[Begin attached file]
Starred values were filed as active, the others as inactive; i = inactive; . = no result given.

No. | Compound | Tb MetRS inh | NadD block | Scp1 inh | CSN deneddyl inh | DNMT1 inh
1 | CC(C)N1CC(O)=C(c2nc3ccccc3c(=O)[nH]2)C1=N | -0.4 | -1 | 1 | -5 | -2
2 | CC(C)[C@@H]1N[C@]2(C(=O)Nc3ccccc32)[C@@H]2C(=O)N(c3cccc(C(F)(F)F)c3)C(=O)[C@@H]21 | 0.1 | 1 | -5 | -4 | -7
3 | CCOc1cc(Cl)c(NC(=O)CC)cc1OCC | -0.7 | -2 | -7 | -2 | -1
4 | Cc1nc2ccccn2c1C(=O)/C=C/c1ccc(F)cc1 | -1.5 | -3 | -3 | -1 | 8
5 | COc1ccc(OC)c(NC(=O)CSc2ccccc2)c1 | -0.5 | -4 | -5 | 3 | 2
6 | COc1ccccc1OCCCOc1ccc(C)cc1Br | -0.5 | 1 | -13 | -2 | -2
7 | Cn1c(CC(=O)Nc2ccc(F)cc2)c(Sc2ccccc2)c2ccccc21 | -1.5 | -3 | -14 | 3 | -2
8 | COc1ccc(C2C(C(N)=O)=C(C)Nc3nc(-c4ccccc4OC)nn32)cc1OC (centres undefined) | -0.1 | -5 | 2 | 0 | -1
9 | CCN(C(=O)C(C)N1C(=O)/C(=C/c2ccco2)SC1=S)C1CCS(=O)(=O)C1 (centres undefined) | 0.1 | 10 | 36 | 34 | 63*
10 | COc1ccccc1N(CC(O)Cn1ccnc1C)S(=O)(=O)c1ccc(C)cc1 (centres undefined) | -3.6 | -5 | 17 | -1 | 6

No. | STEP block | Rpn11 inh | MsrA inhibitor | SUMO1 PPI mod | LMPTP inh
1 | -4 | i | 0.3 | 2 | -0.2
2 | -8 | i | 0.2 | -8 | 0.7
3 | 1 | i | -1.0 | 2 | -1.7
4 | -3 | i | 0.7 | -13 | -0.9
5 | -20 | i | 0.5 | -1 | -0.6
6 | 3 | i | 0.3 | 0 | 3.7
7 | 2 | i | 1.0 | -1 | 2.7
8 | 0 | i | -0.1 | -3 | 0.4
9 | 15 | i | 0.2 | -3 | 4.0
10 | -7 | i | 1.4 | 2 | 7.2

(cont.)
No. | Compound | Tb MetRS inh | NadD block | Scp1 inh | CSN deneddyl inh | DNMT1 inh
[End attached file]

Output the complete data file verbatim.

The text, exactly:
Starred values were filed as active, the others as inactive; i = inactive; . = no result given.

No. | Compound | Tb MetRS inh | NadD block | Scp1 inh | CSN deneddyl inh | DNMT1 inh
1 | CC(C)N1CC(O)=C(c2nc3ccccc3c(=O)[nH]2)C1=N | -0.4 | -1 | 1 | -5 | -2
2 | CC(C)[C@@H]1N[C@]2(C(=O)Nc3ccccc32)[C@@H]2C(=O)N(c3cccc(C(F)(F)F)c3)C(=O)[C@@H]21 | 0.1 | 1 | -5 | -4 | -7
3 | CCOc1cc(Cl)c(NC(=O)CC)cc1OCC | -0.7 | -2 | -7 | -2 | -1
4 | Cc1nc2ccccn2c1C(=O)/C=C/c1ccc(F)cc1 | -1.5 | -3 | -3 | -1 | 8
5 | COc1ccc(OC)c(NC(=O)CSc2ccccc2)c1 | -0.5 | -4 | -5 | 3 | 2
6 | COc1ccccc1OCCCOc1ccc(C)cc1Br | -0.5 | 1 | -13 | -2 | -2
7 | Cn1c(CC(=O)Nc2ccc(F)cc2)c(Sc2ccccc2)c2ccccc21 | -1.5 | -3 | -14 | 3 | -2
8 | COc1ccc(C2C(C(N)=O)=C(C)Nc3nc(-c4ccccc4OC)nn32)cc1OC (centres undefined) | -0.1 | -5 | 2 | 0 | -1
9 | CCN(C(=O)C(C)N1C(=O)/C(=C/c2ccco2)SC1=S)C1CCS(=O)(=O)C1 (centres undefined) | 0.1 | 10 | 36 | 34 | 63*
10 | COc1ccccc1N(CC(O)Cn1ccnc1C)S(=O)(=O)c1ccc(C)cc1 (centres undefined) | -3.6 | -5 | 17 | -1 | 6

No. | STEP block | Rpn11 inh | MsrA inhibitor | SUMO1 PPI mod | LMPTP inh
1 | -4 | i | 0.3 | 2 | -0.2
2 | -8 | i | 0.2 | -8 | 0.7
3 | 1 | i | -1.0 | 2 | -1.7
4 | -3 | i | 0.7 | -13 | -0.9
5 | -20 | i | 0.5 | -1 | -0.6
6 | 3 | i | 0.3 | 0 | 3.7
7 | 2 | i | 1.0 | -1 | 2.7
8 | 0 | i | -0.1 | -3 | 0.4
9 | 15 | i | 0.2 | -3 | 4.0
10 | -7 | i | 1.4 | 2 | 7.2

(cont.)
No. | Compound | Tb MetRS inh | NadD block | Scp1 inh | CSN deneddyl inh | DNMT1 inh